The debt ceiling deal between House Speaker Kevin McCarthy and President Joe Biden, would grant approval to the Mountain Valley natural gas pipeline, a long-sought win for Democratic Sen. Joe Manchin of West Virginia.
The 99-page package — which Biden on Sunday said was ready for Congressional approval — would require the Secretary of the Army to authorize all permits related to the West Virginia pipeline within 21 days and shield the project from legal challenges which have stalled the project, according to Reuters. While the deal falls short of Manchin’s full permitting reform wish list, which was shot down by bipartisan opposition last year, the proposal’s limited action on transmission line deployment and significant changes to the National Environmental Policy Act (NEPA) could lead some House Democrats to oppose it, according to E&E News.
“What was true a week ago is true now — if we want to fully realize the economic, reliability, and environmental benefits of the Inflation Reduction Act, we need to increase the rate at which we deploy transmission,” Democratic Rep. Sean Casten of Illinois told E&E News. “The … deal does nothing to change that.”
The agreement makes what a White House official described as “modest” changes to NEPA as part of a “bipartisan compromise” to streamline the permitting process for clean energy and fossil fuel projects by mandating a one-year deadline for new energy projects to receive environmental impact assessments, with a two-year maximum otherwise, according to E&E News. The official argued that the deal was a win for environmental interests since it blocked Republican efforts to repeal the significant tax breaks for clean energy projects offered by the Inflation Reduction Act.
“House Republicans came to the negotiating table with a proposal attached to a vote on paying our country’s bills that represented, really, a broadside aimed at efforts to protect our environment and aimed at efforts to tackle the climate crisis,” the official told E&E News. “We have protected the substantive environmental safeguards in the Clean Water Act, the Clean Air Act, in the Toxic Substances Control Act and the substantive provisions of the National Environmental Policy Act — NEPA — that sustains our people and our planet.”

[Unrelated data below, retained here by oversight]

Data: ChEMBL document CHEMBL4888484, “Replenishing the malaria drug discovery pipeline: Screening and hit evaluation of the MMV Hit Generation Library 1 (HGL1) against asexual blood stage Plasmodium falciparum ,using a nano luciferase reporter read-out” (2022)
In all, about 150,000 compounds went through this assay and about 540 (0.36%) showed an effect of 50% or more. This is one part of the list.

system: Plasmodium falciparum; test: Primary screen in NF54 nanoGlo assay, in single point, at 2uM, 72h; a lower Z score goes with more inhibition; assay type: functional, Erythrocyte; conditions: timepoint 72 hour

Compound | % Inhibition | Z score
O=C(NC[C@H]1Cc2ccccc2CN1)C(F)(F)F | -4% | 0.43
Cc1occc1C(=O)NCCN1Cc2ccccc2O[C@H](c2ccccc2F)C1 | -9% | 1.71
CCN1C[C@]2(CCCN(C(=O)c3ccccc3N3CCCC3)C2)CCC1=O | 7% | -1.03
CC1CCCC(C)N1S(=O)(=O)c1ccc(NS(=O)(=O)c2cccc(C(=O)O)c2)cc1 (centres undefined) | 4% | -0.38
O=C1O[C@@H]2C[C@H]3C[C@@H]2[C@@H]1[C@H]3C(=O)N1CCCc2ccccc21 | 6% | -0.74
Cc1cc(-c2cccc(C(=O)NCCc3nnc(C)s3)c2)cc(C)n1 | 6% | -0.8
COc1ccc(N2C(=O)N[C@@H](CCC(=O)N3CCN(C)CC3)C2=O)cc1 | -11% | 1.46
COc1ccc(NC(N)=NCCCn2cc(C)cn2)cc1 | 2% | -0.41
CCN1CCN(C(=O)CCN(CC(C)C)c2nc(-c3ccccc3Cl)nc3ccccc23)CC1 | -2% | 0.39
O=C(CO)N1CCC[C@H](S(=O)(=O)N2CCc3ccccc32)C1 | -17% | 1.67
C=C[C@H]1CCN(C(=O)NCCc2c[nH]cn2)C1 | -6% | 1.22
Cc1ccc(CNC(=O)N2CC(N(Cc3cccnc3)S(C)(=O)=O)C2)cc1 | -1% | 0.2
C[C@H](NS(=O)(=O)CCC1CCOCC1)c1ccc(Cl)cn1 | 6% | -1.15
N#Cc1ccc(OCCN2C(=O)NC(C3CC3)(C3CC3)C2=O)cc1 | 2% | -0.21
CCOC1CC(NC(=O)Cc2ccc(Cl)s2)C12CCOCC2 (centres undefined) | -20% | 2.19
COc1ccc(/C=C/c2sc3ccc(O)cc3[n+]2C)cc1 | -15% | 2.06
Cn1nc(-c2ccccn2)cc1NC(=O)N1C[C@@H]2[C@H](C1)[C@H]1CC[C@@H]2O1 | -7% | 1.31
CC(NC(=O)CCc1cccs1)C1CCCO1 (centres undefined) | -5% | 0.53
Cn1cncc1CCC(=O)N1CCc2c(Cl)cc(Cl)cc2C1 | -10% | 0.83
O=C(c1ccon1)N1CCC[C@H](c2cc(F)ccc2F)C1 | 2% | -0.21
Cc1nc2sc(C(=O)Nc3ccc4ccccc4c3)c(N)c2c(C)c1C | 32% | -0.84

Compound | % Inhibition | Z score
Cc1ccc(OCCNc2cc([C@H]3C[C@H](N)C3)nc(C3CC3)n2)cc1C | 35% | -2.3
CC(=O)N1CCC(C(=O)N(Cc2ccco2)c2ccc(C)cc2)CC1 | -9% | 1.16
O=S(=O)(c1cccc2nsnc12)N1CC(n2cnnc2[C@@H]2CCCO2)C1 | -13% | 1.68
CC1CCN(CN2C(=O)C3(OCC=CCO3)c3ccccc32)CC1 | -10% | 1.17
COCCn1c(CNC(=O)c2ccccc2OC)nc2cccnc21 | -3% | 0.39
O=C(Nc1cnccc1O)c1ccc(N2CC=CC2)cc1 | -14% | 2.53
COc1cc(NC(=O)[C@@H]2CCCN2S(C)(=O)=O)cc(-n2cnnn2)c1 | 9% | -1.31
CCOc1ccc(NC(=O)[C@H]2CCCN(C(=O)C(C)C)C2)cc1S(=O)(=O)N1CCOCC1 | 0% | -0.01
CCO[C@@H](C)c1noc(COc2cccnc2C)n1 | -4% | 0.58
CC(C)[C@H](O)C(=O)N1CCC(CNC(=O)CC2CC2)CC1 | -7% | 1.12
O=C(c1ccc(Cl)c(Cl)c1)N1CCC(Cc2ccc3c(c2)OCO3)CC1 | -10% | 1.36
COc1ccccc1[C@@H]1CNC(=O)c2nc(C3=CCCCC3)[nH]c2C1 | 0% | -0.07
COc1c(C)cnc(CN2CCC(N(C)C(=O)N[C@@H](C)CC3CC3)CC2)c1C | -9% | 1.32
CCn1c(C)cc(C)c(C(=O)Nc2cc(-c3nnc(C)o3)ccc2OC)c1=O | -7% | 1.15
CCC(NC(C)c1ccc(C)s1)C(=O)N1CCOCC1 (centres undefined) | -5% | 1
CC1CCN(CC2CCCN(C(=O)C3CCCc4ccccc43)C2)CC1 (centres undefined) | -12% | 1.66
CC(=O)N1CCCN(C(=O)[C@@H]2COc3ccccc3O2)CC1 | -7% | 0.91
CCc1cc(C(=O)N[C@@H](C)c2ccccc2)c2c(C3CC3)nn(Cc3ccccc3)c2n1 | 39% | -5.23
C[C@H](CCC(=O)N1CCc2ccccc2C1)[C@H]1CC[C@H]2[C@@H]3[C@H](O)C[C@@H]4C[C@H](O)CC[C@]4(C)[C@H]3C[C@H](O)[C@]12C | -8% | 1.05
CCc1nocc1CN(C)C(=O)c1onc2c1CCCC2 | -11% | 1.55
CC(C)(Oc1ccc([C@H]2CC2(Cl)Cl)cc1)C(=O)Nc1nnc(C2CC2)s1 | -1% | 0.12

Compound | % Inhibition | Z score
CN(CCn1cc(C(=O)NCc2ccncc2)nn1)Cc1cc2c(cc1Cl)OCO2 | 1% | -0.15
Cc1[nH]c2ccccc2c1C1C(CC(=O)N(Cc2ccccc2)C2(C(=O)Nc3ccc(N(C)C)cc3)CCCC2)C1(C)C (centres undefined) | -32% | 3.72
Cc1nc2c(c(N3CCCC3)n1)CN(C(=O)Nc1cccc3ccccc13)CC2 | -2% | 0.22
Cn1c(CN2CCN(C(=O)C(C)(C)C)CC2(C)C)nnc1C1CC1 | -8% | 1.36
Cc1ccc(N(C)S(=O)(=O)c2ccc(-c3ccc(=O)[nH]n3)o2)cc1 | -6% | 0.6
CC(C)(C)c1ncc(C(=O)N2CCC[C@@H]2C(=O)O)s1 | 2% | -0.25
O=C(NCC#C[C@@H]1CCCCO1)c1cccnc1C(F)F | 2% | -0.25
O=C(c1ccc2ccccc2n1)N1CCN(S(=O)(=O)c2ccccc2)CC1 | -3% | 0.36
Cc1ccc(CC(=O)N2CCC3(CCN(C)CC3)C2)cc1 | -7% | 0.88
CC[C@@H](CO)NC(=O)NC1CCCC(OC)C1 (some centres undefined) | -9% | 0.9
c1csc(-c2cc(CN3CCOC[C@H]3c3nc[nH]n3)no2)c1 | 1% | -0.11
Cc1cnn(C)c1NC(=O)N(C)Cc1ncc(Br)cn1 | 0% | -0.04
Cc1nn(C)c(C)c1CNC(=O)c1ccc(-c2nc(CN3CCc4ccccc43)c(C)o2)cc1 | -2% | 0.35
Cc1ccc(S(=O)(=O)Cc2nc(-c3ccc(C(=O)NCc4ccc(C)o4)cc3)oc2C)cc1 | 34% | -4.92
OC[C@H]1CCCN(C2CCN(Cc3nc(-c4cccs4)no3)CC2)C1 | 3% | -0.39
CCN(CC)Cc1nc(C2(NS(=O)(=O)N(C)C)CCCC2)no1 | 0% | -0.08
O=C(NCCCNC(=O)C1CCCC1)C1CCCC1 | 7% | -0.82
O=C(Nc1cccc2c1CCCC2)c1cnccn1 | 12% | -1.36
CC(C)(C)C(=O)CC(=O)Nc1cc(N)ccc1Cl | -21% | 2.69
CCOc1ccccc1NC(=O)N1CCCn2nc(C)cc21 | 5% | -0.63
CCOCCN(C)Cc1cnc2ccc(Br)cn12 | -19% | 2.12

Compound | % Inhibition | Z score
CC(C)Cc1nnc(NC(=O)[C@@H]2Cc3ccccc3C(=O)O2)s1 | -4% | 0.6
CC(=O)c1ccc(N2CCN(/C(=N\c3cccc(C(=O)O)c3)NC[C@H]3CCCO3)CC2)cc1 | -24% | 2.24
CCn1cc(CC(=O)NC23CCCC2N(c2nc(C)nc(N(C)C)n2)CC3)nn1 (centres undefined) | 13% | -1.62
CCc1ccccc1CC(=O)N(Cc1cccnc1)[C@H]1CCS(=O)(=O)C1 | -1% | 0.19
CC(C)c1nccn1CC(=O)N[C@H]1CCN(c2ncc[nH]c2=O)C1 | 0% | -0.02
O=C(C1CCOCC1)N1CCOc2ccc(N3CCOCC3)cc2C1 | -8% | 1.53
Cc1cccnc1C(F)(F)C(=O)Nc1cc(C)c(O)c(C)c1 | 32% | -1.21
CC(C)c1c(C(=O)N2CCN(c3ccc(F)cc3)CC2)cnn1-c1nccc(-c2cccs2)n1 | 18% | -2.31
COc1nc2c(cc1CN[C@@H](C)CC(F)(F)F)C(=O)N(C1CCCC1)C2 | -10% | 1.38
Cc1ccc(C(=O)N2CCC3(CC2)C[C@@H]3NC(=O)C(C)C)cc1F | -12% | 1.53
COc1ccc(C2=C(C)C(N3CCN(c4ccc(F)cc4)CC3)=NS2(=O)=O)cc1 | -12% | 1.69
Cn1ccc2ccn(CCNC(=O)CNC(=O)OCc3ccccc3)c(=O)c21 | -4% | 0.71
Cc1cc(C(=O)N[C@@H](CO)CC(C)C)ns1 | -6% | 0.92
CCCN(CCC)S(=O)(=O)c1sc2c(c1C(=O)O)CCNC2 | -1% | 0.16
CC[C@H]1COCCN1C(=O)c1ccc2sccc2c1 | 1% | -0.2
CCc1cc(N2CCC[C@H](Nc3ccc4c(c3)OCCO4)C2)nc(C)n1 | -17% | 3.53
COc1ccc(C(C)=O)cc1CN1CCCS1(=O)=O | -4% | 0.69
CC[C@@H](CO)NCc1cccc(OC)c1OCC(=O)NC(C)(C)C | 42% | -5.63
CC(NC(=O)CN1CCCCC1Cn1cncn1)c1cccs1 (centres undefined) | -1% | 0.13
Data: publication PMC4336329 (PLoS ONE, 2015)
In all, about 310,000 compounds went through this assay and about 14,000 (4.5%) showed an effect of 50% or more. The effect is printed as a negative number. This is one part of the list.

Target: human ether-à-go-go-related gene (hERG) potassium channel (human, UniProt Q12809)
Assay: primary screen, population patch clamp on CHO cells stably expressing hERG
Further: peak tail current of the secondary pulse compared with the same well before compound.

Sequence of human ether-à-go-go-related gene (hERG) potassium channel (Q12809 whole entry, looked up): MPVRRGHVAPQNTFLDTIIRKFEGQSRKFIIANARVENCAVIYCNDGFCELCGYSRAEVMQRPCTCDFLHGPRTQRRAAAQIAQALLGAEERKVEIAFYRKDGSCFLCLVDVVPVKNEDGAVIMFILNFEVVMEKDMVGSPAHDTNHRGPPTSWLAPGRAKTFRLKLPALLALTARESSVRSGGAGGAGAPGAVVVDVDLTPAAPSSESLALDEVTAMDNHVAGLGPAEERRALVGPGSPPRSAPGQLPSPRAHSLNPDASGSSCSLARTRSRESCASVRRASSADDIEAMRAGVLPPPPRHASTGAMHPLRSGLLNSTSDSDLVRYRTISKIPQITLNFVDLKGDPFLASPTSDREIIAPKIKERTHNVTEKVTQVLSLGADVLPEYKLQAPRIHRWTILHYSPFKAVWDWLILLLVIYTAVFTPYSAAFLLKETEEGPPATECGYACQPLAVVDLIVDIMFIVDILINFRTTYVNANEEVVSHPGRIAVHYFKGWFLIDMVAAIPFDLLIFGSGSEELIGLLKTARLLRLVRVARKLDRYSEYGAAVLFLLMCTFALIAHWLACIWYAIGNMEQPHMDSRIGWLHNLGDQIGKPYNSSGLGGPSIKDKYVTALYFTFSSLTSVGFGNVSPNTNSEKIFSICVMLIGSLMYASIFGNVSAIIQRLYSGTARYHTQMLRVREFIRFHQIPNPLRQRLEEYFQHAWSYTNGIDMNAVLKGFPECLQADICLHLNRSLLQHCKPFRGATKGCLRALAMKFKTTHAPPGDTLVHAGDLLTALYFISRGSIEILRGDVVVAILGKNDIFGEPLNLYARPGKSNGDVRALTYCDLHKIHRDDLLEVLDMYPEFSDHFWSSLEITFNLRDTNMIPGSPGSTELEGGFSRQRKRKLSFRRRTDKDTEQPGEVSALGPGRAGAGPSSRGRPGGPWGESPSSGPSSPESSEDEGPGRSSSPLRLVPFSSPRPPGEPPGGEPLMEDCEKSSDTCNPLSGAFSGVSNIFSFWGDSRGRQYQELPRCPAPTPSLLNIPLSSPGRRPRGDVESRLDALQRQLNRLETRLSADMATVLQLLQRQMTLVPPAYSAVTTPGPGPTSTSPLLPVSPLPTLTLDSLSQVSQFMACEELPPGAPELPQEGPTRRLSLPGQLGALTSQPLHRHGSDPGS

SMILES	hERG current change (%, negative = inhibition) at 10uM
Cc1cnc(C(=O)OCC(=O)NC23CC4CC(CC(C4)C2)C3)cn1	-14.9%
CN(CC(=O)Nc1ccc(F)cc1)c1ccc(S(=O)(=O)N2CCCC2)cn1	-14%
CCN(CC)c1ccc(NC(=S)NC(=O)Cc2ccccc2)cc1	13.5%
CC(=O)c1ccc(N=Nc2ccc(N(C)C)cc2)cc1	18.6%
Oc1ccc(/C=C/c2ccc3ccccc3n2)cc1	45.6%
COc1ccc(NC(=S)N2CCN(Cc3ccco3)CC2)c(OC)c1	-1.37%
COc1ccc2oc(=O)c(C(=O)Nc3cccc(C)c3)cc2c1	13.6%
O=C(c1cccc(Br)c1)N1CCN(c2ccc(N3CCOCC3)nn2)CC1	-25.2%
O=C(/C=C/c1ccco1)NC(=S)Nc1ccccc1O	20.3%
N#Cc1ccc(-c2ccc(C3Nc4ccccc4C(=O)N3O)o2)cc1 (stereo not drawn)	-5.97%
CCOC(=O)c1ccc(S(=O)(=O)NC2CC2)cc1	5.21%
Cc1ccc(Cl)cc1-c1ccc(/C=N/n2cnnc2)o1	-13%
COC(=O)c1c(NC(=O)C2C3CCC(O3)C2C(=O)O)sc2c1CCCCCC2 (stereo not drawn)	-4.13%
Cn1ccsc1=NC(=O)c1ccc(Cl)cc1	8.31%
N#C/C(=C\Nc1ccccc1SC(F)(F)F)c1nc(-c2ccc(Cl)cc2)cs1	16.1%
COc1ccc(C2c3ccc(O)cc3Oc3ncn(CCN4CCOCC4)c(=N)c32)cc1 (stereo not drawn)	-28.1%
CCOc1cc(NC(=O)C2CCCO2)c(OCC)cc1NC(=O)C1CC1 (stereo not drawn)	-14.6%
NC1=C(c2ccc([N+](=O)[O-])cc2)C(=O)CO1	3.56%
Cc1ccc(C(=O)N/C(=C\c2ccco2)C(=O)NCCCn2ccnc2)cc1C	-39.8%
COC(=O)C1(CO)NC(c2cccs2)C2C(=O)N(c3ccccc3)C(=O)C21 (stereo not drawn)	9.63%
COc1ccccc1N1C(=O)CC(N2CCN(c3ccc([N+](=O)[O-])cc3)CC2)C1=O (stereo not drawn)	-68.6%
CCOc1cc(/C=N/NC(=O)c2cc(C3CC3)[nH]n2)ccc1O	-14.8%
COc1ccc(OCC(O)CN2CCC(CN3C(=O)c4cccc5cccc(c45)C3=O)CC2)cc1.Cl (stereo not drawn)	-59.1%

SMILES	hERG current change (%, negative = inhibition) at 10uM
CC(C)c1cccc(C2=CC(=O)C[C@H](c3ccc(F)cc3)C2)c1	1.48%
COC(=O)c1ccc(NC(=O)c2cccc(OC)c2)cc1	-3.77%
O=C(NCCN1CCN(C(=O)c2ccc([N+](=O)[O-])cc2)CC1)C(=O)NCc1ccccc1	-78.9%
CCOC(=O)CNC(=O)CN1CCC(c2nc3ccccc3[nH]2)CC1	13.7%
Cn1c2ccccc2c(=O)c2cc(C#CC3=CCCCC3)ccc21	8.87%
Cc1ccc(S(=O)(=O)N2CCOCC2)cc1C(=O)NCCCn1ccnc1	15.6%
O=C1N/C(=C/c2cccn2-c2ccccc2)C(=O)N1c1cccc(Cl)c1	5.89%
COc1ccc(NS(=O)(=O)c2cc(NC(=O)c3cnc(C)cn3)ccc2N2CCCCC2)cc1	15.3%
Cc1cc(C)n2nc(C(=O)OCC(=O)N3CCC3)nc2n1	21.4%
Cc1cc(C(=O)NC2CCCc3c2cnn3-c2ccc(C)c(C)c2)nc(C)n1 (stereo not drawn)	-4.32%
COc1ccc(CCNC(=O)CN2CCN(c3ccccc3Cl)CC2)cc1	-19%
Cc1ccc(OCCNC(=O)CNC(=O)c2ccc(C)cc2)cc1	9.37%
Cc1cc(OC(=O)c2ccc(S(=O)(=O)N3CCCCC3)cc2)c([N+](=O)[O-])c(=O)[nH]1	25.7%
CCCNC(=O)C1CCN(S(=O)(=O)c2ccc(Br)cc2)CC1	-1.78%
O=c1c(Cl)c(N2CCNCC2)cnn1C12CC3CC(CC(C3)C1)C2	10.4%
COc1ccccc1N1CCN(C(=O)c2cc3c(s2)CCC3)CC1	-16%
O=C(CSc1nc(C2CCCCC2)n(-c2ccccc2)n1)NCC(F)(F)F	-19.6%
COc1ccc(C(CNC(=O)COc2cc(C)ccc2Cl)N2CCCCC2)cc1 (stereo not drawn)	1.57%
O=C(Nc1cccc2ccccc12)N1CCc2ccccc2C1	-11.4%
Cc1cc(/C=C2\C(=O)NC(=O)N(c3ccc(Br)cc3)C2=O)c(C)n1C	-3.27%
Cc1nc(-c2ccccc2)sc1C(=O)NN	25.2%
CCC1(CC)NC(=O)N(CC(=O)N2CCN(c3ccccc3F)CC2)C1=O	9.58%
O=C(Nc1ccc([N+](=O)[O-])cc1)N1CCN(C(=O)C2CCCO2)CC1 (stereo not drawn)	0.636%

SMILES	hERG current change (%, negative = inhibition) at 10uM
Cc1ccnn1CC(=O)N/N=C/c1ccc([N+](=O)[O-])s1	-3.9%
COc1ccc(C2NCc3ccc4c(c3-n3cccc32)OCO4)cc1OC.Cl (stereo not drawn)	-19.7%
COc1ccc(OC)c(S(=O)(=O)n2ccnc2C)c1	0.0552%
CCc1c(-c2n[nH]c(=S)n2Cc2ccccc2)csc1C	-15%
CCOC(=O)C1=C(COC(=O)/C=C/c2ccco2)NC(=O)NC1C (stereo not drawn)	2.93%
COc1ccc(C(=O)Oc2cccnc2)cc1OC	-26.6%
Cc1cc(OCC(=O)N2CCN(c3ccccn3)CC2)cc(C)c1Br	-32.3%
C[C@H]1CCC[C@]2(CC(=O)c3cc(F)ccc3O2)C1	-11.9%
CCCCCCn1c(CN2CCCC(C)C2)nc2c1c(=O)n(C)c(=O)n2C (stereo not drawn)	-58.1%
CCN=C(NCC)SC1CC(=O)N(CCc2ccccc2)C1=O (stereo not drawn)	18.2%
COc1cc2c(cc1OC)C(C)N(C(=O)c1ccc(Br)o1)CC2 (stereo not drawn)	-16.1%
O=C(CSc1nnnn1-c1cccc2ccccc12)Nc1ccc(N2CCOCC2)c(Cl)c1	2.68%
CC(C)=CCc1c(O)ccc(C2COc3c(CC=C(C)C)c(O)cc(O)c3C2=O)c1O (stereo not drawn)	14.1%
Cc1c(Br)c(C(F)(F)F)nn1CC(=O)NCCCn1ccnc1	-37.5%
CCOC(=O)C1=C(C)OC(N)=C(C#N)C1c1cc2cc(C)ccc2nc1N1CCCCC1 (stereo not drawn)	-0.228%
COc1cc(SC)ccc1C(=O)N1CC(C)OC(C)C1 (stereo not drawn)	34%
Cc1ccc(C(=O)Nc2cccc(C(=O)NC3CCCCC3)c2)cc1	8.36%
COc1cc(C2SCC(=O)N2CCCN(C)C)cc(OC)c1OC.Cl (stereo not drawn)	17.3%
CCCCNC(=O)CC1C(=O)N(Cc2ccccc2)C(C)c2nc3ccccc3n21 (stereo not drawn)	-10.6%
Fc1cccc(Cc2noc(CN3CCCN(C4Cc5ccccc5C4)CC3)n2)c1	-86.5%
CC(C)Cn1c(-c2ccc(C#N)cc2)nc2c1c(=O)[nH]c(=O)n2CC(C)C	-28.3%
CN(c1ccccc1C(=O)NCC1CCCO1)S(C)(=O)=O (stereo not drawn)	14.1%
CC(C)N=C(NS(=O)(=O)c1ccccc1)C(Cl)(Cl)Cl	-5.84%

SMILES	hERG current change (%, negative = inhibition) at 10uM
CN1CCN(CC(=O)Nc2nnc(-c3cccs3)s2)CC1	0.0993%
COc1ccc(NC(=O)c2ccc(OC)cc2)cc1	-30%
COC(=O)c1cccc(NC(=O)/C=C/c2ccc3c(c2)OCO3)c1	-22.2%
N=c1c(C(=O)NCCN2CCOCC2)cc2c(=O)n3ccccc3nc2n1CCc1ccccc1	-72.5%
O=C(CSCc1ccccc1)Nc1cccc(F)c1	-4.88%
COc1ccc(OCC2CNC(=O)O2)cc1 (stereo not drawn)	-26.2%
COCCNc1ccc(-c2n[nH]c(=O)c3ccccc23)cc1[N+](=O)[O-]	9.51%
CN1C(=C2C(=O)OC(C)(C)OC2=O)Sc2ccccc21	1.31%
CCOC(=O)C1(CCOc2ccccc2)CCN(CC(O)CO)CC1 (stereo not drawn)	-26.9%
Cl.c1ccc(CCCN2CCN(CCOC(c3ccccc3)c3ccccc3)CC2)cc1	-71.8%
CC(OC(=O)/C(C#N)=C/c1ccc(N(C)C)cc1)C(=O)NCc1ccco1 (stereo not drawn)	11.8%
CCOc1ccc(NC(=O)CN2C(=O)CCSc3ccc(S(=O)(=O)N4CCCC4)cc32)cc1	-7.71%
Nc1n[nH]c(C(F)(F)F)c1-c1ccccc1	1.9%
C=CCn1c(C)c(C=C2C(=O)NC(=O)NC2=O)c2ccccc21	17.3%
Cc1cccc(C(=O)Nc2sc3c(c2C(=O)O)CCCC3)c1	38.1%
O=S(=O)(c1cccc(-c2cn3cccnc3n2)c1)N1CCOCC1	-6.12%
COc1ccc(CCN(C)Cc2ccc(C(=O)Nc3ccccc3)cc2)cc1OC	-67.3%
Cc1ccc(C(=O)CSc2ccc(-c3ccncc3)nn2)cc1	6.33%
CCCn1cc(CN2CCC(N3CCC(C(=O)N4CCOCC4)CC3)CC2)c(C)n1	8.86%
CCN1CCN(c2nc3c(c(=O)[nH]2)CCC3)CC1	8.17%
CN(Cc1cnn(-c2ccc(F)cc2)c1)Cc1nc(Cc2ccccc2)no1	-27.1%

The bill also includes an updated version of Republican Rep. Garret Graves of Louisiana’s Builder Act, which originally allowed energy projects’ sponsors to conduct their own environmental reviews, a measure that Democrats consider a nonstarter, according to E&E News. The new version of the bill would only allow project sponsors to prepare such assessments with the approval and supervision of the relevant federal agencies.
McCarthy told reporters at the U.S. Capitol Sunday that negotiations between House Republicans and the White House on permitting reform and energy transmission would continue “because we need energy — all forms of energy, especially for our grid — to double,” according to Bloomberg.
“We made a commitment that we’re not stopping now,” McCarthy said, according to Bloomberg. “That would also deal with transmission, it would deal with pipelines, and others. I had that conversation with the president yesterday and with the White House.”
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